Quartz, cristobalite, and tridymite walk into a bar…
Sorry, we haven’t figured out the punchline yet, but now that we have your attention, it’s time to talk about silica.
If you aren’t already aware, OSHA is now enforcing most provisions of its respirable crystalline silica standards for construction as of September 23, 2017, and will begin enforcing many standards for general industry on June 23, 2018.
Ready to learn how Table 1 can help you keep workers safe? Pull up a bar stool and let us tell you more.
What is Table 1? Table 1 is a tool under the new OSHA silica standard (1926.1153) that helps employers reduce employee exposures to respirable silica dust. Table 1 lays out equipment being used in the construction field, engineering and work practice control methods, and respiratory protection that must be worn with assigned protection factors (APF) while completing these tasks. It also includes information about PPE that’s divided into two categories: less than or equal to four hours per shift and greater than four hours per shift.
How do I use Table 1? To use Table 1, the employer simply has to find the equipment employees are using in the field on the table, implement the engineering and work practice control methods on the table (if they haven’t been implemented already), and implement the respiratory protection specified for the task or equipment being used. For tasks NOT included in Table 1, the employer must ensure that no employees are exposed to respirable silica above the OSHA PEL of 50 ug/m3 by means of air sampling.
What is included in Table 1? OSHA’s Table 1 lists 18 different silica-generating tasks along with specific engineering controls and requirements for respiratory protection to achieve compliance. These tasks include stationary masonry saws, handheld power saws, handheld grinders, jackhammers and handheld chipping machines, etc.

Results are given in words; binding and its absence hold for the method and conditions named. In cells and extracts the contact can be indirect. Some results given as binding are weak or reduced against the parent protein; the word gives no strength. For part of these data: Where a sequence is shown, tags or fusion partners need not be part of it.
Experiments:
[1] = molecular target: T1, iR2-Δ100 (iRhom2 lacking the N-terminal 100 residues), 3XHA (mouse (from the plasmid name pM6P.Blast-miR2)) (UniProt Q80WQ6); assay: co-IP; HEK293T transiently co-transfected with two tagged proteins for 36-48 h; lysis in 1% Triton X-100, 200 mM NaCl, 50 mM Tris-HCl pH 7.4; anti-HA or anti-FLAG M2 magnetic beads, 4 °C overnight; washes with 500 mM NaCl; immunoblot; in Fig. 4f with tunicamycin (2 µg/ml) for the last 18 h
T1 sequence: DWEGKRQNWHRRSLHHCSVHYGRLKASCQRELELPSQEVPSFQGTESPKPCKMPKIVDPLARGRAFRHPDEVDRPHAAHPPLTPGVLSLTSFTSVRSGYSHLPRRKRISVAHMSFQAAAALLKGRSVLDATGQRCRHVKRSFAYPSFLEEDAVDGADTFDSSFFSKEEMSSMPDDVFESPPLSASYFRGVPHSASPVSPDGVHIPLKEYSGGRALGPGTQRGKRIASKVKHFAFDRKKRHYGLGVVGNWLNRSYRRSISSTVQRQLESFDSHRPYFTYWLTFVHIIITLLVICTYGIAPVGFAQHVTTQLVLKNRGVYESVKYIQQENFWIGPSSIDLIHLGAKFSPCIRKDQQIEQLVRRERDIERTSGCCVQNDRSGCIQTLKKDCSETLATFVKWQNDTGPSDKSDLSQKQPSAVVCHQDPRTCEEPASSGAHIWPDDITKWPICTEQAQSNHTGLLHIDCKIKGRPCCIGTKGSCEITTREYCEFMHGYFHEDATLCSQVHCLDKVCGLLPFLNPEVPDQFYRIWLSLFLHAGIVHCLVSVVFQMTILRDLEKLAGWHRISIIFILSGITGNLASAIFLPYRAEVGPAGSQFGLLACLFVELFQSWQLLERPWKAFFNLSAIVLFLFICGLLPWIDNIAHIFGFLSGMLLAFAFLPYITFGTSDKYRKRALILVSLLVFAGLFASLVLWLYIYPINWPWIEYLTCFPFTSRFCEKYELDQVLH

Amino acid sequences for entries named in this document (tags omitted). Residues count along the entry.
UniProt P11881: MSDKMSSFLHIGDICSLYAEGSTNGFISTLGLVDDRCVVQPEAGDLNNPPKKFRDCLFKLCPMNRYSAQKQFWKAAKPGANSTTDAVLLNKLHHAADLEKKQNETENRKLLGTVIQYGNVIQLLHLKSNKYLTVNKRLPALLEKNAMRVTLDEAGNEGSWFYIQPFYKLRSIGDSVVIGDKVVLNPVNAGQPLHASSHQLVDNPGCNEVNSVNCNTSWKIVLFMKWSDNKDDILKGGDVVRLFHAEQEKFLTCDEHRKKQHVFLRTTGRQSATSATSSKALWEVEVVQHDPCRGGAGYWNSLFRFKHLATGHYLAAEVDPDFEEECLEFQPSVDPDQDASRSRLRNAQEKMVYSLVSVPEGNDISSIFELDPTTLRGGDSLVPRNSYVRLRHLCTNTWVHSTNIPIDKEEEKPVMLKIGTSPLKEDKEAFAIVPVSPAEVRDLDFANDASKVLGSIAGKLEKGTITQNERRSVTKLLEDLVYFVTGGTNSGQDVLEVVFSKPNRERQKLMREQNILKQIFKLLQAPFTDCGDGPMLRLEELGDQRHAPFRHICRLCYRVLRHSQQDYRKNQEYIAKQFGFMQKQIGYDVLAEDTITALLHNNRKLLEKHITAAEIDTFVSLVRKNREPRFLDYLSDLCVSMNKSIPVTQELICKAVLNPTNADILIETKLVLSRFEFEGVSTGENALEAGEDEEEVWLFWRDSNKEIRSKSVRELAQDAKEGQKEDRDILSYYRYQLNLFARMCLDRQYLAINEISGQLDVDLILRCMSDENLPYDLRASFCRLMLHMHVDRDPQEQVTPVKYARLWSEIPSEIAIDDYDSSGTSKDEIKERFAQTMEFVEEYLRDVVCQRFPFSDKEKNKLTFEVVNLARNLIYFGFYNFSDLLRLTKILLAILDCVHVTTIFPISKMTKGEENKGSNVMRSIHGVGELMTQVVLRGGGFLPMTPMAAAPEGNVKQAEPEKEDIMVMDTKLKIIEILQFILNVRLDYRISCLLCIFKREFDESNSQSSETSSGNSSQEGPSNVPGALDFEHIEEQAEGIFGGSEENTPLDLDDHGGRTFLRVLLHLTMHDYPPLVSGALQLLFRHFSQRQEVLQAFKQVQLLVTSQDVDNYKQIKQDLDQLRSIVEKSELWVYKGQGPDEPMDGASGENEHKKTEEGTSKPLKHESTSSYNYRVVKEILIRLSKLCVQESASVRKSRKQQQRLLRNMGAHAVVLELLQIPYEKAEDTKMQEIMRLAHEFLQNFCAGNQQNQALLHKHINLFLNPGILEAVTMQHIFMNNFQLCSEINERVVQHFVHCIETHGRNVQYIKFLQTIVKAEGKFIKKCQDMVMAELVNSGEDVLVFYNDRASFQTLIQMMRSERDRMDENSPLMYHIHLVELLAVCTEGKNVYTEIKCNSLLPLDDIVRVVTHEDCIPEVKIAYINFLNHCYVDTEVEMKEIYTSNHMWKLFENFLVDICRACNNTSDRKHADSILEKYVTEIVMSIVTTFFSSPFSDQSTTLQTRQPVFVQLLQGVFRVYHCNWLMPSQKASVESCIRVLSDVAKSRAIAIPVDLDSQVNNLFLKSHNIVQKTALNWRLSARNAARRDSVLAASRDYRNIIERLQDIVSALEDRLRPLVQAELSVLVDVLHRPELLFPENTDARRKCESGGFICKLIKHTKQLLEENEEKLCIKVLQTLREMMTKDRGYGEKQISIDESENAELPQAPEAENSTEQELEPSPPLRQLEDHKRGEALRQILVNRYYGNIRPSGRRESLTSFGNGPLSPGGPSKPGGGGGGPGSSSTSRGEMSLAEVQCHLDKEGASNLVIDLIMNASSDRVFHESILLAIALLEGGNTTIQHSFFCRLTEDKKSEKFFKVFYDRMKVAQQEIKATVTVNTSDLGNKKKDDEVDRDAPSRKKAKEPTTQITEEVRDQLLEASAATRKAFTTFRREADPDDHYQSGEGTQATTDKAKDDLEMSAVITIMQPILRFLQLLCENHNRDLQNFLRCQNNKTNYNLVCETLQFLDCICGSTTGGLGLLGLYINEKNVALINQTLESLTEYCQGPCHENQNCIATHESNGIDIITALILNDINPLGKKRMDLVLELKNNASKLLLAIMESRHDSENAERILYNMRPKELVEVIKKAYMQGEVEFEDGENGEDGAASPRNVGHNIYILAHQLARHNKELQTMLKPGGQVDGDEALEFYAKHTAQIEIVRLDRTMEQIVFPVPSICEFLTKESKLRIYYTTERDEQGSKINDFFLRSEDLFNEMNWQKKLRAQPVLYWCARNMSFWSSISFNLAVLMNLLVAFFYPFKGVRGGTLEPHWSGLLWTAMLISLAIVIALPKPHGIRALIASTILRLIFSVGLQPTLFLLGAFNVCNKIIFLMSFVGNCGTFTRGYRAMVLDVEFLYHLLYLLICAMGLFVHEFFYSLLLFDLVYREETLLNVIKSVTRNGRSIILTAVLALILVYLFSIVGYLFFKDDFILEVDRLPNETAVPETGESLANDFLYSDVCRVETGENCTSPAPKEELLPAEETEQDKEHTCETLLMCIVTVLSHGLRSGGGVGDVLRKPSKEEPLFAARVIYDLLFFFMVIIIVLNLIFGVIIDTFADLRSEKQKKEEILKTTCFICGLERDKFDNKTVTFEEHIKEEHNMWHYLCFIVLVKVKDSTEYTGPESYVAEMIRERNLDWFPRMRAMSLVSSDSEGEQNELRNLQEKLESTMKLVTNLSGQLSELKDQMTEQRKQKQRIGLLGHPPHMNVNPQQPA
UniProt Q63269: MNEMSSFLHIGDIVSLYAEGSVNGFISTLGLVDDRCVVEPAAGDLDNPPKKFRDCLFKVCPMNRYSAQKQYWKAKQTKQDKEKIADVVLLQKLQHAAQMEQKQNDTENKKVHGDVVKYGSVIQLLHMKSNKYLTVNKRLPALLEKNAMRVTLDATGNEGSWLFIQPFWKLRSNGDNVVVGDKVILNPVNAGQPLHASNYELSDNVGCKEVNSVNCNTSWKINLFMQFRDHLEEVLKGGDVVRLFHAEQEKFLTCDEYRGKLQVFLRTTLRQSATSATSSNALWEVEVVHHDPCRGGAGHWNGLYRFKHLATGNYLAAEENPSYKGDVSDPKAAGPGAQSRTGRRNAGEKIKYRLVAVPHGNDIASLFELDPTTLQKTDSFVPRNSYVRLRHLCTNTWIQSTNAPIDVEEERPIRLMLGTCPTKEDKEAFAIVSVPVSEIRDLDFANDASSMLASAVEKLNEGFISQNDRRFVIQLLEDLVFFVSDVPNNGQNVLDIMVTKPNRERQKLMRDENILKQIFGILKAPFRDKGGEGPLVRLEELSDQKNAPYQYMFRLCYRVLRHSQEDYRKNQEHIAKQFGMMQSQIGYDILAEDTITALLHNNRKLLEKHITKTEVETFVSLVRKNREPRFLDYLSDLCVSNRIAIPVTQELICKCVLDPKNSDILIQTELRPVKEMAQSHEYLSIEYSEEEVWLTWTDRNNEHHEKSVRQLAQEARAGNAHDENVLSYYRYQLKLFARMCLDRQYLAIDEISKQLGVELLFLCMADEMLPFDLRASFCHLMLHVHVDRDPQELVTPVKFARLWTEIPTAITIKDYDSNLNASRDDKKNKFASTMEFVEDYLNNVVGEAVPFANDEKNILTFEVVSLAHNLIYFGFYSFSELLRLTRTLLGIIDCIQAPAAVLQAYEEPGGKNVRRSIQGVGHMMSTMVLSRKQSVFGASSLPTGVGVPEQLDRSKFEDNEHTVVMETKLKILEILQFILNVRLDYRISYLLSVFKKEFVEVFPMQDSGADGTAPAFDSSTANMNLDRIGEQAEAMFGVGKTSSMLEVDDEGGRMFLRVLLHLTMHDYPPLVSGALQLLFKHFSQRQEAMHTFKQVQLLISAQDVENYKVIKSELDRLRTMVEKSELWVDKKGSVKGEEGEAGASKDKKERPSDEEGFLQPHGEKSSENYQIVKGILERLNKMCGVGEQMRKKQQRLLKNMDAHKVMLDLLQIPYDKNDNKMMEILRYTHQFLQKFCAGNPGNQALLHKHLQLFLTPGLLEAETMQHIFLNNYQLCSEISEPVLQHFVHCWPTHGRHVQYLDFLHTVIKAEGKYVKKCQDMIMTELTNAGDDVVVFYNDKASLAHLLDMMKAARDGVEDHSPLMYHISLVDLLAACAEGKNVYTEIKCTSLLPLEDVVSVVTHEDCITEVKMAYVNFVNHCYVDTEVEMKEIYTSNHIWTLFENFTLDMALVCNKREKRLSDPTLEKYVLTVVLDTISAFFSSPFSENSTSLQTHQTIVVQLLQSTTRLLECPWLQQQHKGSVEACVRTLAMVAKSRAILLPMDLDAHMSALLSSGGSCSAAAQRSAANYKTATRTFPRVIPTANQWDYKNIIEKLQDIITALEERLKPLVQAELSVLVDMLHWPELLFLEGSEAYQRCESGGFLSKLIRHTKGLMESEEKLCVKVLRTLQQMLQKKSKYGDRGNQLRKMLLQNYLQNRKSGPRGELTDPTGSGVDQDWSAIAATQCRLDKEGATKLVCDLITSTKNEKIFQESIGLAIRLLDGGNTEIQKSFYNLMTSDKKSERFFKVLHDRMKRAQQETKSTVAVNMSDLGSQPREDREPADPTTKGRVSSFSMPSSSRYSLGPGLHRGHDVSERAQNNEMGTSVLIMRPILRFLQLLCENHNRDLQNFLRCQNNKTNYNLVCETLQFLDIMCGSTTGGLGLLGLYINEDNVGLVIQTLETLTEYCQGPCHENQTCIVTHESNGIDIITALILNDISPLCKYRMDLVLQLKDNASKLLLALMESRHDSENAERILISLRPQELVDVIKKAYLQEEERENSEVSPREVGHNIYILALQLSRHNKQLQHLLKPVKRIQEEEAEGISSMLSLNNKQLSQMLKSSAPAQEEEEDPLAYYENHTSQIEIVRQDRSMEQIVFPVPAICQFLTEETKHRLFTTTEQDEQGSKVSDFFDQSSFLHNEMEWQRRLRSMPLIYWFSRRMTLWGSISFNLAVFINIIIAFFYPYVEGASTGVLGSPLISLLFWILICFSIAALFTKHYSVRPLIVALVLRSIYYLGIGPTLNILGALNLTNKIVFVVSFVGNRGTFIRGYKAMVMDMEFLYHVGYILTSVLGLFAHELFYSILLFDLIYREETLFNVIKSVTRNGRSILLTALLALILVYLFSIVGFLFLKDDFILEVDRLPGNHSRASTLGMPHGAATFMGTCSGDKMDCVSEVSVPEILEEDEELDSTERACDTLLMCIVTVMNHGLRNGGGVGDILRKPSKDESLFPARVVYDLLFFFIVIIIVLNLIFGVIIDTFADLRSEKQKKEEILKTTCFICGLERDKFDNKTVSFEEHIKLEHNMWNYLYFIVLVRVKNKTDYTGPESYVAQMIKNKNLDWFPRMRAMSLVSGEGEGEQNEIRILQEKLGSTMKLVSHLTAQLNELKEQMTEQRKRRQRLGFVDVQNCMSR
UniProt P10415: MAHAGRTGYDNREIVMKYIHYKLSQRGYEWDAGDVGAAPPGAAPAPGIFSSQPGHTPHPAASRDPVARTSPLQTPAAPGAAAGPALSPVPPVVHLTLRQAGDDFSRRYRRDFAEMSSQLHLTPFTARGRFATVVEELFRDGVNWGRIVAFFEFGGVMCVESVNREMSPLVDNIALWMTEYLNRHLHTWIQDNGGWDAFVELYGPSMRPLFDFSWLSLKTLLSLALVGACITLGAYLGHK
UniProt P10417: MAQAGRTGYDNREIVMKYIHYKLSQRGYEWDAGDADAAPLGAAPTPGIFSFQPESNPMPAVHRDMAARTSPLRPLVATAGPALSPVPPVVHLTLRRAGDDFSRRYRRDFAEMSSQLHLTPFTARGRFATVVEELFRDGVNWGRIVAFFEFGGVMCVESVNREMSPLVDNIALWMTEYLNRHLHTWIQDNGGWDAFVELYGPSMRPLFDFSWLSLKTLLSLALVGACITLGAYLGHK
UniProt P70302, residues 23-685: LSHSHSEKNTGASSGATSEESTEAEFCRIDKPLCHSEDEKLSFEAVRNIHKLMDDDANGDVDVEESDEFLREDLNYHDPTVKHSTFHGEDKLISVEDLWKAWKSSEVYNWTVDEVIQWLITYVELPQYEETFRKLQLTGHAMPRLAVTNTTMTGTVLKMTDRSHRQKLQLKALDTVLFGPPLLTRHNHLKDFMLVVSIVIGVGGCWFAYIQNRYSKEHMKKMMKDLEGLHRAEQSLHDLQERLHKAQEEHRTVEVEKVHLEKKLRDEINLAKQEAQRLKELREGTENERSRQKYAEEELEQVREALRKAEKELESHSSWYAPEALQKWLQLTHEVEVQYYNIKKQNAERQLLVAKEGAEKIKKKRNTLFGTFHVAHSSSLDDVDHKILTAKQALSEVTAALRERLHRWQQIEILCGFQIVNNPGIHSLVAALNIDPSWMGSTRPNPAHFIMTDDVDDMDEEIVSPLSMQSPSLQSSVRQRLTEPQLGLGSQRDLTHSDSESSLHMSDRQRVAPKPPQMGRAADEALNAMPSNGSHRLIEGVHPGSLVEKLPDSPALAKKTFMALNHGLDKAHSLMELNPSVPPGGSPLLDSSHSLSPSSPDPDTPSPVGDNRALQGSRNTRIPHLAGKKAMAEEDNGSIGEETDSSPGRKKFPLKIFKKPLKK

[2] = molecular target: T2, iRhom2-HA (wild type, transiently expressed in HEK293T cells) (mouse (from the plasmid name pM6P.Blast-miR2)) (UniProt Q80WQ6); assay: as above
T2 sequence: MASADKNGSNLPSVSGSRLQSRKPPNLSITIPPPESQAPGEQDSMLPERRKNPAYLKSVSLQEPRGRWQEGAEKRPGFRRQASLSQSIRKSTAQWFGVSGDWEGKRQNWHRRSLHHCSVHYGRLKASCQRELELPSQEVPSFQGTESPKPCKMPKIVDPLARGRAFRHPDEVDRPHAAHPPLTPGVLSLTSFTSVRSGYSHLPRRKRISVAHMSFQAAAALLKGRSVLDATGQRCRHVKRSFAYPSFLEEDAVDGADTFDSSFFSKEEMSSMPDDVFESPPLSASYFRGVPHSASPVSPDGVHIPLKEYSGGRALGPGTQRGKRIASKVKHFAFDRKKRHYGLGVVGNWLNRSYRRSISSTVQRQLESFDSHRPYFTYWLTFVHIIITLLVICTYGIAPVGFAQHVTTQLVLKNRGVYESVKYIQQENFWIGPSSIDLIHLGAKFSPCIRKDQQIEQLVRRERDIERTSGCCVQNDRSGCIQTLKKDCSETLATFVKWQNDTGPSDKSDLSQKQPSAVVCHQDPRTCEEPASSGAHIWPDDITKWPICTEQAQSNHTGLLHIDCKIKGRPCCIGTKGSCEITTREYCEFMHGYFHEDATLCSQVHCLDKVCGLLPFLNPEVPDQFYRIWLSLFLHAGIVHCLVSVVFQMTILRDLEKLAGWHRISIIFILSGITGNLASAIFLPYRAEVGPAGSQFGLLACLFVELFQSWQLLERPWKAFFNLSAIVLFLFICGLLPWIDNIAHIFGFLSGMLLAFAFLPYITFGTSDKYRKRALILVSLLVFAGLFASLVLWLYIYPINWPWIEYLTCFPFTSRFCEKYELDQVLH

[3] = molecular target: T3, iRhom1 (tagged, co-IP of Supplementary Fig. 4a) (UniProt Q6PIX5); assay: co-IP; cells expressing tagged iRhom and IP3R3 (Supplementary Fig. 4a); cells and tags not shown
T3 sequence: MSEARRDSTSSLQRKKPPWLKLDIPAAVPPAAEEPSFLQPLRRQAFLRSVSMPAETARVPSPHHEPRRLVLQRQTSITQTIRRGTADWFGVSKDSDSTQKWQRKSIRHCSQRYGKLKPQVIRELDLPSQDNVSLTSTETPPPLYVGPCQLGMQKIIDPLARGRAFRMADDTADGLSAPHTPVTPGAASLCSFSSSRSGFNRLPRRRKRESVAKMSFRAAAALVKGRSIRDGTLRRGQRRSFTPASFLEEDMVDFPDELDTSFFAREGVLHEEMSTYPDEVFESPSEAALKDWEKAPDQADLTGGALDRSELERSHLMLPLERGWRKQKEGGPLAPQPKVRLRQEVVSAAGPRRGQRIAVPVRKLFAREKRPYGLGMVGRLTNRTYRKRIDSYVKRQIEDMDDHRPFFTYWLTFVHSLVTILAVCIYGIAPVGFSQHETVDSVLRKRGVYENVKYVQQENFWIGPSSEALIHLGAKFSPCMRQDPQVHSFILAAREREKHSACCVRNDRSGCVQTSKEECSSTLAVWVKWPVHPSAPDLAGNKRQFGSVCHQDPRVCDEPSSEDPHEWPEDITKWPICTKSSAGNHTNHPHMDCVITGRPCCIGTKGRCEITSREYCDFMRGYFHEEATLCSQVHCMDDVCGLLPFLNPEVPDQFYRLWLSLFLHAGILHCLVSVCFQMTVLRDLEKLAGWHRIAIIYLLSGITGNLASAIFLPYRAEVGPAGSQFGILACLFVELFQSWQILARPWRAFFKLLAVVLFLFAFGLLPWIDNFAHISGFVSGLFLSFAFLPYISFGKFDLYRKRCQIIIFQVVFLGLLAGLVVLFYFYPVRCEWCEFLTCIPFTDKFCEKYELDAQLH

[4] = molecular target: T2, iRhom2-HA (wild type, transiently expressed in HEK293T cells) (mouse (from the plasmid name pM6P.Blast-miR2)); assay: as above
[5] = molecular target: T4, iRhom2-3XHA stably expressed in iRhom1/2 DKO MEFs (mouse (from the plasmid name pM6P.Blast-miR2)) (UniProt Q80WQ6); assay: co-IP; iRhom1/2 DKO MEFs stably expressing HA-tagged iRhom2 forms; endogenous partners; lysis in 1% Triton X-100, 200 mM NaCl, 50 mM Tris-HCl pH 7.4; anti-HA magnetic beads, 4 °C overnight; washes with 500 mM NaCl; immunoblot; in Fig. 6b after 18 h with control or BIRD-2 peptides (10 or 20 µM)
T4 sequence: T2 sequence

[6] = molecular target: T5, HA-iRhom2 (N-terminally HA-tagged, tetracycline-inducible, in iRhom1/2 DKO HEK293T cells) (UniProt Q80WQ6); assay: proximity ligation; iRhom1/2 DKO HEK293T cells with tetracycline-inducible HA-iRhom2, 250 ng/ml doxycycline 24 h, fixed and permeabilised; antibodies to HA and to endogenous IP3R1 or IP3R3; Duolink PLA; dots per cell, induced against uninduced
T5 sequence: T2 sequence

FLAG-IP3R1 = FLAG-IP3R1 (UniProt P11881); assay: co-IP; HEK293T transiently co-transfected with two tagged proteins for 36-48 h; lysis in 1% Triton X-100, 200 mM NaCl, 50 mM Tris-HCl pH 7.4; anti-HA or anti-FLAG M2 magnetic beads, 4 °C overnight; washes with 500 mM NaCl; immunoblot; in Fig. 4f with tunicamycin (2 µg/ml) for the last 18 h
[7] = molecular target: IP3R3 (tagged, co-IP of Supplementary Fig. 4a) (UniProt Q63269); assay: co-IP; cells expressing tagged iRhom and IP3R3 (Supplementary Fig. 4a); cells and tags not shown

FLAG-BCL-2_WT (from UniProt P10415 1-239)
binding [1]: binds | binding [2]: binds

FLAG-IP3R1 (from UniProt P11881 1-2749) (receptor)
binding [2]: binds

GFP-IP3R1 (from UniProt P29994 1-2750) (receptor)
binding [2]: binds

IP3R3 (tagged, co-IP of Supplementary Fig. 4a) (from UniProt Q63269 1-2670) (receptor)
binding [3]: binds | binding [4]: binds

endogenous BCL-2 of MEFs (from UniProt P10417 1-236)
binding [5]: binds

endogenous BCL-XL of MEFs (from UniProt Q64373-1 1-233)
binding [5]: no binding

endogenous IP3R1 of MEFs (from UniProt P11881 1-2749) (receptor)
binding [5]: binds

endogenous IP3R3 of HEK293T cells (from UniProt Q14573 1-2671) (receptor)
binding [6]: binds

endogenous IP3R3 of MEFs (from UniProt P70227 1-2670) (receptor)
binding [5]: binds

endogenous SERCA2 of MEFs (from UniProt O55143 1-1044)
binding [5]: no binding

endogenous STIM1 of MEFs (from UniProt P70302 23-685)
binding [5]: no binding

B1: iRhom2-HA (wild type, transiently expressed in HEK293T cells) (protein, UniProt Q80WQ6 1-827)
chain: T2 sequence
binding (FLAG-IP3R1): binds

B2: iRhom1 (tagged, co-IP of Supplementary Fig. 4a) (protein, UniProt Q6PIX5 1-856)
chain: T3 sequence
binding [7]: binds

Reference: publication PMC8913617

Let’s Test It Out with A Few Scenarios
Alright, let’s say your company is using a stationary masonry saw to cut concrete block. The saw is already equipped with an integrated water delivery system and is well maintained. Using table 1, you would first find the equipment/task on the left, then look at the middle column for engineering controls. The last step is to follow the row to the far right and look under the required respiratory protection column and you’ll see that no respiratory protection would be required for this scenario.
How about another example? If you’re using a handheld power saw, regardless of the diameter of the blade, respiratory protection varies for indoor use and outdoor use. For greater than four hours, you can see that according to the table, both will require a respirator with an assigned protection factor of 10 (P100 dust mask or half face respirator with P100 filters). For less than or equal to four hours, outdoor use does not require a respirator but indoor use requires a respirator with an assigned protection factor of 10.
Can I get a recap?
- Table 1 can be found under the OSHA standard 1926.1153.
- Table 1 lists 18 silica-generating tasks along with respirator requirements and engineering controls.
- Some tasks vary from indoor and outdoor use.
- Respirator requirements vary between less than or equal to four hours per shift and greater than four hours per shift.
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